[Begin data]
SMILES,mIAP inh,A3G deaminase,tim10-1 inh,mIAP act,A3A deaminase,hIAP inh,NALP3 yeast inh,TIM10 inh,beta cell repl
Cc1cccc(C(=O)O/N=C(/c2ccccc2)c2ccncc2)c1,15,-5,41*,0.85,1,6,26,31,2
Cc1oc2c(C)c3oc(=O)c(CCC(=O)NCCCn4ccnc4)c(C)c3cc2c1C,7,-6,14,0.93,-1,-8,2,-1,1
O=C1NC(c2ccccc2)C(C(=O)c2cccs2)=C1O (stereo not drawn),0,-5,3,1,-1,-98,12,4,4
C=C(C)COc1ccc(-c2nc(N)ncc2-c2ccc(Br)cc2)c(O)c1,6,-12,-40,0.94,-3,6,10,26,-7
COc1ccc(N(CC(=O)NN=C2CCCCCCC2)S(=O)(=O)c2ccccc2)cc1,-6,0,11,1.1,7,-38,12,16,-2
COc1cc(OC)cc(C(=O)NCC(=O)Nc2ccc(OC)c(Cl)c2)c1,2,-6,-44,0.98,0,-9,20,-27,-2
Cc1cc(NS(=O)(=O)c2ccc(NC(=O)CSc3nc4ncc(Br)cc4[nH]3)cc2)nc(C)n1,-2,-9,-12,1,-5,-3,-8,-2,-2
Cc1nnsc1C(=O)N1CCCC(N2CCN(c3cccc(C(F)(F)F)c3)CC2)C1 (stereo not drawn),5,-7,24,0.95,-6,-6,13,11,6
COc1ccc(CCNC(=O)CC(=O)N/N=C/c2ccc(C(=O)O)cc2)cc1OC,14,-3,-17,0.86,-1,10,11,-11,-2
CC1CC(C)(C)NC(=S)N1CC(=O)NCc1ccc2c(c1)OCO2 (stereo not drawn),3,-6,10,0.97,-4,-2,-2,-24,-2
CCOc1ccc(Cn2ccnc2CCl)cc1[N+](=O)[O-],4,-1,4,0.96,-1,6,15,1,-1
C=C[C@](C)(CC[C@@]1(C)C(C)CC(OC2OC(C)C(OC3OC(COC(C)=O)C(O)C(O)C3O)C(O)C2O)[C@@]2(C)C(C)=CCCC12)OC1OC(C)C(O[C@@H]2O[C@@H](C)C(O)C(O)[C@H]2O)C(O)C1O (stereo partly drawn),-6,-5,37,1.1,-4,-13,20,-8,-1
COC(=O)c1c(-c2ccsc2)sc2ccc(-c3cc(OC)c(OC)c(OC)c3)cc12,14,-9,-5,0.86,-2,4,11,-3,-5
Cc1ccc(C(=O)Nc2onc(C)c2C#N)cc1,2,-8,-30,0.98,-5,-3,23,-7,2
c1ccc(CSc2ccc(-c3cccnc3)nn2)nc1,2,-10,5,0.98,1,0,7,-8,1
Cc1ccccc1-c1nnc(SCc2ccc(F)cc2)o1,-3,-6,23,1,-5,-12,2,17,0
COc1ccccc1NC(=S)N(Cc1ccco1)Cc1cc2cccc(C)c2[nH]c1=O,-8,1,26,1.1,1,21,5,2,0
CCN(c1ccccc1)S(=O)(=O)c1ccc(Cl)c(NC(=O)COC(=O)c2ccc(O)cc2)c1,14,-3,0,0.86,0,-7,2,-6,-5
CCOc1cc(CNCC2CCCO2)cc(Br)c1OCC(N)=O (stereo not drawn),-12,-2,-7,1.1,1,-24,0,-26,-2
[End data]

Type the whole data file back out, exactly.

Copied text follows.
SMILES,mIAP inh,A3G deaminase,tim10-1 inh,mIAP act,A3A deaminase,hIAP inh,NALP3 yeast inh,TIM10 inh,beta cell repl
Cc1cccc(C(=O)O/N=C(/c2ccccc2)c2ccncc2)c1,15,-5,41*,0.85,1,6,26,31,2
Cc1oc2c(C)c3oc(=O)c(CCC(=O)NCCCn4ccnc4)c(C)c3cc2c1C,7,-6,14,0.93,-1,-8,2,-1,1
O=C1NC(c2ccccc2)C(C(=O)c2cccs2)=C1O (stereo not drawn),0,-5,3,1,-1,-98,12,4,4
C=C(C)COc1ccc(-c2nc(N)ncc2-c2ccc(Br)cc2)c(O)c1,6,-12,-40,0.94,-3,6,10,26,-7
COc1ccc(N(CC(=O)NN=C2CCCCCCC2)S(=O)(=O)c2ccccc2)cc1,-6,0,11,1.1,7,-38,12,16,-2
COc1cc(OC)cc(C(=O)NCC(=O)Nc2ccc(OC)c(Cl)c2)c1,2,-6,-44,0.98,0,-9,20,-27,-2
Cc1cc(NS(=O)(=O)c2ccc(NC(=O)CSc3nc4ncc(Br)cc4[nH]3)cc2)nc(C)n1,-2,-9,-12,1,-5,-3,-8,-2,-2
Cc1nnsc1C(=O)N1CCCC(N2CCN(c3cccc(C(F)(F)F)c3)CC2)C1 (stereo not drawn),5,-7,24,0.95,-6,-6,13,11,6
COc1ccc(CCNC(=O)CC(=O)N/N=C/c2ccc(C(=O)O)cc2)cc1OC,14,-3,-17,0.86,-1,10,11,-11,-2
CC1CC(C)(C)NC(=S)N1CC(=O)NCc1ccc2c(c1)OCO2 (stereo not drawn),3,-6,10,0.97,-4,-2,-2,-24,-2
CCOc1ccc(Cn2ccnc2CCl)cc1[N+](=O)[O-],4,-1,4,0.96,-1,6,15,1,-1
C=C[C@](C)(CC[C@@]1(C)C(C)CC(OC2OC(C)C(OC3OC(COC(C)=O)C(O)C(O)C3O)C(O)C2O)[C@@]2(C)C(C)=CCCC12)OC1OC(C)C(O[C@@H]2O[C@@H](C)C(O)C(O)[C@H]2O)C(O)C1O (stereo partly drawn),-6,-5,37,1.1,-4,-13,20,-8,-1
COC(=O)c1c(-c2ccsc2)sc2ccc(-c3cc(OC)c(OC)c(OC)c3)cc12,14,-9,-5,0.86,-2,4,11,-3,-5
Cc1ccc(C(=O)Nc2onc(C)c2C#N)cc1,2,-8,-30,0.98,-5,-3,23,-7,2
c1ccc(CSc2ccc(-c3cccnc3)nn2)nc1,2,-10,5,0.98,1,0,7,-8,1
Cc1ccccc1-c1nnc(SCc2ccc(F)cc2)o1,-3,-6,23,1,-5,-12,2,17,0
COc1ccccc1NC(=S)N(Cc1ccco1)Cc1cc2cccc(C)c2[nH]c1=O,-8,1,26,1.1,1,21,5,2,0
CCN(c1ccccc1)S(=O)(=O)c1ccc(Cl)c(NC(=O)COC(=O)c2ccc(O)cc2)c1,14,-3,0,0.86,0,-7,2,-6,-5
CCOc1cc(CNCC2CCCO2)cc(Br)c1OCC(N)=O (stereo not drawn),-12,-2,-7,1.1,1,-24,0,-26,-2